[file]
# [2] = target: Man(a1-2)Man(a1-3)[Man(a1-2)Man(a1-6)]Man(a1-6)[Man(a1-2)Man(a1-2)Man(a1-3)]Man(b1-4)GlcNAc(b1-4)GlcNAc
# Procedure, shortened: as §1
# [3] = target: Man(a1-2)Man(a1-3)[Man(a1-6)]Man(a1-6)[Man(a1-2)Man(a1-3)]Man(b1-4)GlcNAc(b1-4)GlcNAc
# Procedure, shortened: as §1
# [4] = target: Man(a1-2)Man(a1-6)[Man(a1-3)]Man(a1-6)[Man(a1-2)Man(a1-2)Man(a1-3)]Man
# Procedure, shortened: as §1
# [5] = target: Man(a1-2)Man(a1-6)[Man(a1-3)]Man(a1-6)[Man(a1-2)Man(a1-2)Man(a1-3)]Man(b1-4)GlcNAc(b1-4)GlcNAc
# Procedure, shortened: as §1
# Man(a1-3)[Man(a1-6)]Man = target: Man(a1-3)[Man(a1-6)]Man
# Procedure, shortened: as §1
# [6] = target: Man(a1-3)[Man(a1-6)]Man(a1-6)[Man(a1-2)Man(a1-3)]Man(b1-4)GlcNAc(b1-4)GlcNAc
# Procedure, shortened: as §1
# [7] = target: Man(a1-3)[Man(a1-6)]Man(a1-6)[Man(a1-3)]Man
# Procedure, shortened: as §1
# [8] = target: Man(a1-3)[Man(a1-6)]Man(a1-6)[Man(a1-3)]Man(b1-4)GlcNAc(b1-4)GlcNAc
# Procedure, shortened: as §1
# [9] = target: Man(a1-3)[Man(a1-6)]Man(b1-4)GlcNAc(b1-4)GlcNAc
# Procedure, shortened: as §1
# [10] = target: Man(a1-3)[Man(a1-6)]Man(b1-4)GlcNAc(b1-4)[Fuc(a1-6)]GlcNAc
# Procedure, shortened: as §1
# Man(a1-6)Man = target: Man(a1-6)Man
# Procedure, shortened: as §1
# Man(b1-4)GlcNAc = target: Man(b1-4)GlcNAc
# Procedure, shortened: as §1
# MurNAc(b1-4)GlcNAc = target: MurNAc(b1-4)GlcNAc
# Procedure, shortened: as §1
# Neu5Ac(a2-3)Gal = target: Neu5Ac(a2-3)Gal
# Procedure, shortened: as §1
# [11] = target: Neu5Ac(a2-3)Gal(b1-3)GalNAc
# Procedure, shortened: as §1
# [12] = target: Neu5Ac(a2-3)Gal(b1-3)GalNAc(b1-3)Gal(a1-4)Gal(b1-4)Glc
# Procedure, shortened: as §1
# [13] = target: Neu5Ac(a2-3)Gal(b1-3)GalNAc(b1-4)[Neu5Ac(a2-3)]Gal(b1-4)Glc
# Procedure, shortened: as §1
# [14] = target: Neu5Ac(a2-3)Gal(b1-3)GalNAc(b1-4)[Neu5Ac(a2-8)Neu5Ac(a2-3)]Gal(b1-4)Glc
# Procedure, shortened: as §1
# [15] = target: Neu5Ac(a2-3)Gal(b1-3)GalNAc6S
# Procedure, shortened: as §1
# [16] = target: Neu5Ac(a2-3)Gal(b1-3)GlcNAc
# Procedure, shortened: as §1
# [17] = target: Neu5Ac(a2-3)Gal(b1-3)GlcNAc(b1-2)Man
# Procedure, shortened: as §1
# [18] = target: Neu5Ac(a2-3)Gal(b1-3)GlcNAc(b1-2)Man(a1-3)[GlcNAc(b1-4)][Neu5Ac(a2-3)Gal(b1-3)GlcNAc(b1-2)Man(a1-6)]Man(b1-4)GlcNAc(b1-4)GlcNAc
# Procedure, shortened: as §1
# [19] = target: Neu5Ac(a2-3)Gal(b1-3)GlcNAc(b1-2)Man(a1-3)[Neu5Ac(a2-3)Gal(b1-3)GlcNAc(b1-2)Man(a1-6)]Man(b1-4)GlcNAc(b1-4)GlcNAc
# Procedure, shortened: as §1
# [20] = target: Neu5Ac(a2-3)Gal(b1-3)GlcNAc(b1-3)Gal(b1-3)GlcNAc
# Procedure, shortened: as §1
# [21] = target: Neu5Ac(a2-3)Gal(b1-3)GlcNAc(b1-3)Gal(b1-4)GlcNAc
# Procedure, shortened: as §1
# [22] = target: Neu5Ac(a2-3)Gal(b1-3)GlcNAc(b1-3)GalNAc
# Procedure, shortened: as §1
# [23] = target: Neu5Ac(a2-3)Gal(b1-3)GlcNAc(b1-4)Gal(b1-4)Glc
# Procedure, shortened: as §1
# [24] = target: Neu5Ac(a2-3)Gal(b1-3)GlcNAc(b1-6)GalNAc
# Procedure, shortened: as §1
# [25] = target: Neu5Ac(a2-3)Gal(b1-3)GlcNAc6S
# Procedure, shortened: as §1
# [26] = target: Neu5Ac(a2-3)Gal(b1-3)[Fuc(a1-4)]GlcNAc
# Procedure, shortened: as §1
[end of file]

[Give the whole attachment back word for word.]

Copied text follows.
# [2] = target: Man(a1-2)Man(a1-3)[Man(a1-2)Man(a1-6)]Man(a1-6)[Man(a1-2)Man(a1-2)Man(a1-3)]Man(b1-4)GlcNAc(b1-4)GlcNAc
# Procedure, shortened: as §1
# [3] = target: Man(a1-2)Man(a1-3)[Man(a1-6)]Man(a1-6)[Man(a1-2)Man(a1-3)]Man(b1-4)GlcNAc(b1-4)GlcNAc
# Procedure, shortened: as §1
# [4] = target: Man(a1-2)Man(a1-6)[Man(a1-3)]Man(a1-6)[Man(a1-2)Man(a1-2)Man(a1-3)]Man
# Procedure, shortened: as §1
# [5] = target: Man(a1-2)Man(a1-6)[Man(a1-3)]Man(a1-6)[Man(a1-2)Man(a1-2)Man(a1-3)]Man(b1-4)GlcNAc(b1-4)GlcNAc
# Procedure, shortened: as §1
# Man(a1-3)[Man(a1-6)]Man = target: Man(a1-3)[Man(a1-6)]Man
# Procedure, shortened: as §1
# [6] = target: Man(a1-3)[Man(a1-6)]Man(a1-6)[Man(a1-2)Man(a1-3)]Man(b1-4)GlcNAc(b1-4)GlcNAc
# Procedure, shortened: as §1
# [7] = target: Man(a1-3)[Man(a1-6)]Man(a1-6)[Man(a1-3)]Man
# Procedure, shortened: as §1
# [8] = target: Man(a1-3)[Man(a1-6)]Man(a1-6)[Man(a1-3)]Man(b1-4)GlcNAc(b1-4)GlcNAc
# Procedure, shortened: as §1
# [9] = target: Man(a1-3)[Man(a1-6)]Man(b1-4)GlcNAc(b1-4)GlcNAc
# Procedure, shortened: as §1
# [10] = target: Man(a1-3)[Man(a1-6)]Man(b1-4)GlcNAc(b1-4)[Fuc(a1-6)]GlcNAc
# Procedure, shortened: as §1
# Man(a1-6)Man = target: Man(a1-6)Man
# Procedure, shortened: as §1
# Man(b1-4)GlcNAc = target: Man(b1-4)GlcNAc
# Procedure, shortened: as §1
# MurNAc(b1-4)GlcNAc = target: MurNAc(b1-4)GlcNAc
# Procedure, shortened: as §1
# Neu5Ac(a2-3)Gal = target: Neu5Ac(a2-3)Gal
# Procedure, shortened: as §1
# [11] = target: Neu5Ac(a2-3)Gal(b1-3)GalNAc
# Procedure, shortened: as §1
# [12] = target: Neu5Ac(a2-3)Gal(b1-3)GalNAc(b1-3)Gal(a1-4)Gal(b1-4)Glc
# Procedure, shortened: as §1
# [13] = target: Neu5Ac(a2-3)Gal(b1-3)GalNAc(b1-4)[Neu5Ac(a2-3)]Gal(b1-4)Glc
# Procedure, shortened: as §1
# [14] = target: Neu5Ac(a2-3)Gal(b1-3)GalNAc(b1-4)[Neu5Ac(a2-8)Neu5Ac(a2-3)]Gal(b1-4)Glc
# Procedure, shortened: as §1
# [15] = target: Neu5Ac(a2-3)Gal(b1-3)GalNAc6S
# Procedure, shortened: as §1
# [16] = target: Neu5Ac(a2-3)Gal(b1-3)GlcNAc
# Procedure, shortened: as §1
# [17] = target: Neu5Ac(a2-3)Gal(b1-3)GlcNAc(b1-2)Man
# Procedure, shortened: as §1
# [18] = target: Neu5Ac(a2-3)Gal(b1-3)GlcNAc(b1-2)Man(a1-3)[GlcNAc(b1-4)][Neu5Ac(a2-3)Gal(b1-3)GlcNAc(b1-2)Man(a1-6)]Man(b1-4)GlcNAc(b1-4)GlcNAc
# Procedure, shortened: as §1
# [19] = target: Neu5Ac(a2-3)Gal(b1-3)GlcNAc(b1-2)Man(a1-3)[Neu5Ac(a2-3)Gal(b1-3)GlcNAc(b1-2)Man(a1-6)]Man(b1-4)GlcNAc(b1-4)GlcNAc
# Procedure, shortened: as §1
# [20] = target: Neu5Ac(a2-3)Gal(b1-3)GlcNAc(b1-3)Gal(b1-3)GlcNAc
# Procedure, shortened: as §1
# [21] = target: Neu5Ac(a2-3)Gal(b1-3)GlcNAc(b1-3)Gal(b1-4)GlcNAc
# Procedure, shortened: as §1
# [22] = target: Neu5Ac(a2-3)Gal(b1-3)GlcNAc(b1-3)GalNAc
# Procedure, shortened: as §1
# [23] = target: Neu5Ac(a2-3)Gal(b1-3)GlcNAc(b1-4)Gal(b1-4)Glc
# Procedure, shortened: as §1
# [24] = target: Neu5Ac(a2-3)Gal(b1-3)GlcNAc(b1-6)GalNAc
# Procedure, shortened: as §1
# [25] = target: Neu5Ac(a2-3)Gal(b1-3)GlcNAc6S
# Procedure, shortened: as §1
# [26] = target: Neu5Ac(a2-3)Gal(b1-3)[Fuc(a1-4)]GlcNAc
# Procedure, shortened: as §1